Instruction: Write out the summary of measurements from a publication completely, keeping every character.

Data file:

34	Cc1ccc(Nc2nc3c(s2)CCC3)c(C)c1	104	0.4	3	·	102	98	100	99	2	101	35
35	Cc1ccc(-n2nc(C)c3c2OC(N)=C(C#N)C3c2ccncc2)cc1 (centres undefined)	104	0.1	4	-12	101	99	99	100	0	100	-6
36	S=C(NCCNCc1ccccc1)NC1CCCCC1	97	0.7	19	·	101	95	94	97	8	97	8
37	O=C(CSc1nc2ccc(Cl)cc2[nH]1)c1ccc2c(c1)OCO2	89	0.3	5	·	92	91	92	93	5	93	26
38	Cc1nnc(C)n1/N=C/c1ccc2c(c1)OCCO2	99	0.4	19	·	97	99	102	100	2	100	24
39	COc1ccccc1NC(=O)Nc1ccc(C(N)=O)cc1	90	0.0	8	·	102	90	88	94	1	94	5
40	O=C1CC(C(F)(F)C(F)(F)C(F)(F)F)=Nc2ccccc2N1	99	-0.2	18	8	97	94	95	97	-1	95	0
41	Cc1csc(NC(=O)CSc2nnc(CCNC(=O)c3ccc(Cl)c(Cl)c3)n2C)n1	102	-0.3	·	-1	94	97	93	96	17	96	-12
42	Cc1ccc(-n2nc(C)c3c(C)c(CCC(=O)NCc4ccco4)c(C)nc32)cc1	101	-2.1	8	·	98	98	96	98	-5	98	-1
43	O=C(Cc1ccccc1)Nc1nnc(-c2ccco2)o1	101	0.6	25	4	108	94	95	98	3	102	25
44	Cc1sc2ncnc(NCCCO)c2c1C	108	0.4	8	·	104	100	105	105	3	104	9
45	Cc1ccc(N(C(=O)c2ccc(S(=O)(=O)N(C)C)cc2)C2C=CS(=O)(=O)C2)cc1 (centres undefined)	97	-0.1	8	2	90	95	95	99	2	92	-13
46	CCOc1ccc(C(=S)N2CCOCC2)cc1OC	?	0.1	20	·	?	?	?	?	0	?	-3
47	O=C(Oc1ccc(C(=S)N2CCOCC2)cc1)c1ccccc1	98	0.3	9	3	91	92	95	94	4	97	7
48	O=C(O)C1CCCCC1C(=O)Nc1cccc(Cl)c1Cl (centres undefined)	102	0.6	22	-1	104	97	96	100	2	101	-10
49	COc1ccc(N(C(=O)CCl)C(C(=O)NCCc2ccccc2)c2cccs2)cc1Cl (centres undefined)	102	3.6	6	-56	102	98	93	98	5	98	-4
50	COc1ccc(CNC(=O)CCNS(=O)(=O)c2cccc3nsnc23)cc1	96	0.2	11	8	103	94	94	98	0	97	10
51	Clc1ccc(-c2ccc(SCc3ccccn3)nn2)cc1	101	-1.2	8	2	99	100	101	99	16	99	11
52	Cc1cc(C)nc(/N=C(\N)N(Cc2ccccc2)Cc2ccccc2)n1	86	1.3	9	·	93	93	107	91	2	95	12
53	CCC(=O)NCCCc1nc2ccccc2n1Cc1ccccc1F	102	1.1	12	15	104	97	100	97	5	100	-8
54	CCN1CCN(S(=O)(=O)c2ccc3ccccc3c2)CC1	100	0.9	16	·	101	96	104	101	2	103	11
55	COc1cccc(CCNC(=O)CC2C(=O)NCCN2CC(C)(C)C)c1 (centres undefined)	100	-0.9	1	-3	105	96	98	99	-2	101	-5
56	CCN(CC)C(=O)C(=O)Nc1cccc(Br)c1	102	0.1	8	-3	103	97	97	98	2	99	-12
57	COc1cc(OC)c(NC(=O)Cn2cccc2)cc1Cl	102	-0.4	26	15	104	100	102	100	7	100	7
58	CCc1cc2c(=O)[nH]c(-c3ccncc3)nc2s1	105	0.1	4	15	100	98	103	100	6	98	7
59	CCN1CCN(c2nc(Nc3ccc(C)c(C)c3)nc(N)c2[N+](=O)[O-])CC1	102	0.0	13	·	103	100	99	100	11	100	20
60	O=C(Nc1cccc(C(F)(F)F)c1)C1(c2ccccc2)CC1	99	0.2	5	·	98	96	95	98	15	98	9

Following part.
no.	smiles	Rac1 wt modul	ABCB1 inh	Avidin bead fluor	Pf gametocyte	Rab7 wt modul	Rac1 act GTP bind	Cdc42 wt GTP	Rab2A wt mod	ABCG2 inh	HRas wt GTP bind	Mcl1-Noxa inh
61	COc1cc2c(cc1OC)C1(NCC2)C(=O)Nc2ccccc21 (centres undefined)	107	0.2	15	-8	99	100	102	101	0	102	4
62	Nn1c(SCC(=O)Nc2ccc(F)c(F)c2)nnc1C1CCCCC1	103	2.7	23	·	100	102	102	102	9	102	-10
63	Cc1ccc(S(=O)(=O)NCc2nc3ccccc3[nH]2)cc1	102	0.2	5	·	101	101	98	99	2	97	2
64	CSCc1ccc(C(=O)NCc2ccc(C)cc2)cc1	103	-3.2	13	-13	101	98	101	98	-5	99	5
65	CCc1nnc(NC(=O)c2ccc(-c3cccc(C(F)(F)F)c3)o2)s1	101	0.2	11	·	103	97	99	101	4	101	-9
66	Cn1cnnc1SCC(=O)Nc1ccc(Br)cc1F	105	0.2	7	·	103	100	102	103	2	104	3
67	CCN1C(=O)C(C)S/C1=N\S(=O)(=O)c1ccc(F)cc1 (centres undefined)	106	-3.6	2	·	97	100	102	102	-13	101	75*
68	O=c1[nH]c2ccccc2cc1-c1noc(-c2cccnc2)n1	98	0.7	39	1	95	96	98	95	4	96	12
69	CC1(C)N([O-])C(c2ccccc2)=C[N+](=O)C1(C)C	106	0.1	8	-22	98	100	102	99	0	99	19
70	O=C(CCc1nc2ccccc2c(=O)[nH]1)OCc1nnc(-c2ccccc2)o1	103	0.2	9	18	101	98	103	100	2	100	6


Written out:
34	Cc1ccc(Nc2nc3c(s2)CCC3)c(C)c1	104	0.4	3	·	102	98	100	99	2	101	35
35	Cc1ccc(-n2nc(C)c3c2OC(N)=C(C#N)C3c2ccncc2)cc1 (centres undefined)	104	0.1	4	-12	101	99	99	100	0	100	-6
36	S=C(NCCNCc1ccccc1)NC1CCCCC1	97	0.7	19	·	101	95	94	97	8	97	8
37	O=C(CSc1nc2ccc(Cl)cc2[nH]1)c1ccc2c(c1)OCO2	89	0.3	5	·	92	91	92	93	5	93	26
38	Cc1nnc(C)n1/N=C/c1ccc2c(c1)OCCO2	99	0.4	19	·	97	99	102	100	2	100	24
39	COc1ccccc1NC(=O)Nc1ccc(C(N)=O)cc1	90	0.0	8	·	102	90	88	94	1	94	5
40	O=C1CC(C(F)(F)C(F)(F)C(F)(F)F)=Nc2ccccc2N1	99	-0.2	18	8	97	94	95	97	-1	95	0
41	Cc1csc(NC(=O)CSc2nnc(CCNC(=O)c3ccc(Cl)c(Cl)c3)n2C)n1	102	-0.3	·	-1	94	97	93	96	17	96	-12
42	Cc1ccc(-n2nc(C)c3c(C)c(CCC(=O)NCc4ccco4)c(C)nc32)cc1	101	-2.1	8	·	98	98	96	98	-5	98	-1
43	O=C(Cc1ccccc1)Nc1nnc(-c2ccco2)o1	101	0.6	25	4	108	94	95	98	3	102	25
44	Cc1sc2ncnc(NCCCO)c2c1C	108	0.4	8	·	104	100	105	105	3	104	9
45	Cc1ccc(N(C(=O)c2ccc(S(=O)(=O)N(C)C)cc2)C2C=CS(=O)(=O)C2)cc1 (centres undefined)	97	-0.1	8	2	90	95	95	99	2	92	-13
46	CCOc1ccc(C(=S)N2CCOCC2)cc1OC	?	0.1	20	·	?	?	?	?	0	?	-3
47	O=C(Oc1ccc(C(=S)N2CCOCC2)cc1)c1ccccc1	98	0.3	9	3	91	92	95	94	4	97	7
48	O=C(O)C1CCCCC1C(=O)Nc1cccc(Cl)c1Cl (centres undefined)	102	0.6	22	-1	104	97	96	100	2	101	-10
49	COc1ccc(N(C(=O)CCl)C(C(=O)NCCc2ccccc2)c2cccs2)cc1Cl (centres undefined)	102	3.6	6	-56	102	98	93	98	5	98	-4
50	COc1ccc(CNC(=O)CCNS(=O)(=O)c2cccc3nsnc23)cc1	96	0.2	11	8	103	94	94	98	0	97	10
51	Clc1ccc(-c2ccc(SCc3ccccn3)nn2)cc1	101	-1.2	8	2	99	100	101	99	16	99	11
52	Cc1cc(C)nc(/N=C(\N)N(Cc2ccccc2)Cc2ccccc2)n1	86	1.3	9	·	93	93	107	91	2	95	12
53	CCC(=O)NCCCc1nc2ccccc2n1Cc1ccccc1F	102	1.1	12	15	104	97	100	97	5	100	-8
54	CCN1CCN(S(=O)(=O)c2ccc3ccccc3c2)CC1	100	0.9	16	·	101	96	104	101	2	103	11
55	COc1cccc(CCNC(=O)CC2C(=O)NCCN2CC(C)(C)C)c1 (centres undefined)	100	-0.9	1	-3	105	96	98	99	-2	101	-5
56	CCN(CC)C(=O)C(=O)Nc1cccc(Br)c1	102	0.1	8	-3	103	97	97	98	2	99	-12
57	COc1cc(OC)c(NC(=O)Cn2cccc2)cc1Cl	102	-0.4	26	15	104	100	102	100	7	100	7
58	CCc1cc2c(=O)[nH]c(-c3ccncc3)nc2s1	105	0.1	4	15	100	98	103	100	6	98	7
59	CCN1CCN(c2nc(Nc3ccc(C)c(C)c3)nc(N)c2[N+](=O)[O-])CC1	102	0.0	13	·	103	100	99	100	11	100	20
60	O=C(Nc1cccc(C(F)(F)F)c1)C1(c2ccccc2)CC1	99	0.2	5	·	98	96	95	98	15	98	9

Following part.
no.	smiles	Rac1 wt modul	ABCB1 inh	Avidin bead fluor	Pf gametocyte	Rab7 wt modul	Rac1 act GTP bind	Cdc42 wt GTP	Rab2A wt mod	ABCG2 inh	HRas wt GTP bind	Mcl1-Noxa inh
61	COc1cc2c(cc1OC)C1(NCC2)C(=O)Nc2ccccc21 (centres undefined)	107	0.2	15	-8	99	100	102	101	0	102	4
62	Nn1c(SCC(=O)Nc2ccc(F)c(F)c2)nnc1C1CCCCC1	103	2.7	23	·	100	102	102	102	9	102	-10
63	Cc1ccc(S(=O)(=O)NCc2nc3ccccc3[nH]2)cc1	102	0.2	5	·	101	101	98	99	2	97	2
64	CSCc1ccc(C(=O)NCc2ccc(C)cc2)cc1	103	-3.2	13	-13	101	98	101	98	-5	99	5
65	CCc1nnc(NC(=O)c2ccc(-c3cccc(C(F)(F)F)c3)o2)s1	101	0.2	11	·	103	97	99	101	4	101	-9
66	Cn1cnnc1SCC(=O)Nc1ccc(Br)cc1F	105	0.2	7	·	103	100	102	103	2	104	3
67	CCN1C(=O)C(C)S/C1=N\S(=O)(=O)c1ccc(F)cc1 (centres undefined)	106	-3.6	2	·	97	100	102	102	-13	101	75*
68	O=c1[nH]c2ccccc2cc1-c1noc(-c2cccnc2)n1	98	0.7	39	1	95	96	98	95	4	96	12
69	CC1(C)N([O-])C(c2ccccc2)=C[N+](=O)C1(C)C	106	0.1	8	-22	98	100	102	99	0	99	19
70	O=C(CCc1nc2ccccc2c(=O)[nH]1)OCc1nnc(-c2ccccc2)o1	103	0.2	9	18	101	98	103	100	2	100	6